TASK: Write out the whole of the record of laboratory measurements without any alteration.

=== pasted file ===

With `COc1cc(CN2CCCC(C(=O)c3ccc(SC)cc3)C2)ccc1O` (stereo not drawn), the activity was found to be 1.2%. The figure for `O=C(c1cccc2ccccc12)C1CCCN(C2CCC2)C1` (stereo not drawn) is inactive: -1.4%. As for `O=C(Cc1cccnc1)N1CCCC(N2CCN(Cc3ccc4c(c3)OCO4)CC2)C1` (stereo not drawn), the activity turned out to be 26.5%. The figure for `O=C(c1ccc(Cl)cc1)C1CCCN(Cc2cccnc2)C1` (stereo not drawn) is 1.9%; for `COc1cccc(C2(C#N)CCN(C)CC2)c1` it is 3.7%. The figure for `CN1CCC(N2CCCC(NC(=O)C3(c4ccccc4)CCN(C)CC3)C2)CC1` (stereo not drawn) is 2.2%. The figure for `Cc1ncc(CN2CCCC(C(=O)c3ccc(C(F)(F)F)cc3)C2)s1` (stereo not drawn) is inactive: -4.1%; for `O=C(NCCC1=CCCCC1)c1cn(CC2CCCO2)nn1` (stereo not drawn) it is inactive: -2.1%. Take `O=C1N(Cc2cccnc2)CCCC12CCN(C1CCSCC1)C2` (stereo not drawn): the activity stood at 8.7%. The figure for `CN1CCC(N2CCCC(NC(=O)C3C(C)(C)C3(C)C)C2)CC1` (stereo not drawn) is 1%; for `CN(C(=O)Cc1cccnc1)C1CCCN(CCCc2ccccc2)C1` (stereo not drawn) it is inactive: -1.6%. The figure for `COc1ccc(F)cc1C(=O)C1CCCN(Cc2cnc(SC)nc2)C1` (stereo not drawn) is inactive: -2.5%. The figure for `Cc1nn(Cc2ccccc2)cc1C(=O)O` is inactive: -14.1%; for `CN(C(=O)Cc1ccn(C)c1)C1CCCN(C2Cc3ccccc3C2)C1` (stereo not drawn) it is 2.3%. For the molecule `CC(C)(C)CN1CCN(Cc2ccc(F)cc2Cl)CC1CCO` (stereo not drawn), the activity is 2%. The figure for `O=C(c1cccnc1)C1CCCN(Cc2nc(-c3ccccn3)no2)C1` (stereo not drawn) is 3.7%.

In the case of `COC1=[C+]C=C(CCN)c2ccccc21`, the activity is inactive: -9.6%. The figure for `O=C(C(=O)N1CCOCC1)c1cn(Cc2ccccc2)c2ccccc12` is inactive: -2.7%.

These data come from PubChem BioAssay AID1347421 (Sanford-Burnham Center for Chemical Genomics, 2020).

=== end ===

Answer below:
With `COc1cc(CN2CCCC(C(=O)c3ccc(SC)cc3)C2)ccc1O` (stereo not drawn), the activity was found to be 1.2%. The figure for `O=C(c1cccc2ccccc12)C1CCCN(C2CCC2)C1` (stereo not drawn) is inactive: -1.4%. As for `O=C(Cc1cccnc1)N1CCCC(N2CCN(Cc3ccc4c(c3)OCO4)CC2)C1` (stereo not drawn), the activity turned out to be 26.5%. The figure for `O=C(c1ccc(Cl)cc1)C1CCCN(Cc2cccnc2)C1` (stereo not drawn) is 1.9%; for `COc1cccc(C2(C#N)CCN(C)CC2)c1` it is 3.7%. The figure for `CN1CCC(N2CCCC(NC(=O)C3(c4ccccc4)CCN(C)CC3)C2)CC1` (stereo not drawn) is 2.2%. The figure for `Cc1ncc(CN2CCCC(C(=O)c3ccc(C(F)(F)F)cc3)C2)s1` (stereo not drawn) is inactive: -4.1%; for `O=C(NCCC1=CCCCC1)c1cn(CC2CCCO2)nn1` (stereo not drawn) it is inactive: -2.1%. Take `O=C1N(Cc2cccnc2)CCCC12CCN(C1CCSCC1)C2` (stereo not drawn): the activity stood at 8.7%. The figure for `CN1CCC(N2CCCC(NC(=O)C3C(C)(C)C3(C)C)C2)CC1` (stereo not drawn) is 1%; for `CN(C(=O)Cc1cccnc1)C1CCCN(CCCc2ccccc2)C1` (stereo not drawn) it is inactive: -1.6%. The figure for `COc1ccc(F)cc1C(=O)C1CCCN(Cc2cnc(SC)nc2)C1` (stereo not drawn) is inactive: -2.5%. The figure for `Cc1nn(Cc2ccccc2)cc1C(=O)O` is inactive: -14.1%; for `CN(C(=O)Cc1ccn(C)c1)C1CCCN(C2Cc3ccccc3C2)C1` (stereo not drawn) it is 2.3%. For the molecule `CC(C)(C)CN1CCN(Cc2ccc(F)cc2Cl)CC1CCO` (stereo not drawn), the activity is 2%. The figure for `O=C(c1cccnc1)C1CCCN(Cc2nc(-c3ccccn3)no2)C1` (stereo not drawn) is 3.7%.

In the case of `COC1=[C+]C=C(CCN)c2ccccc21`, the activity is inactive: -9.6%. The figure for `O=C(C(=O)N1CCOCC1)c1cn(Cc2ccccc2)c2ccccc12` is inactive: -2.7%.

These data come from PubChem BioAssay AID1347421 (Sanford-Burnham Center for Chemical Genomics, 2020).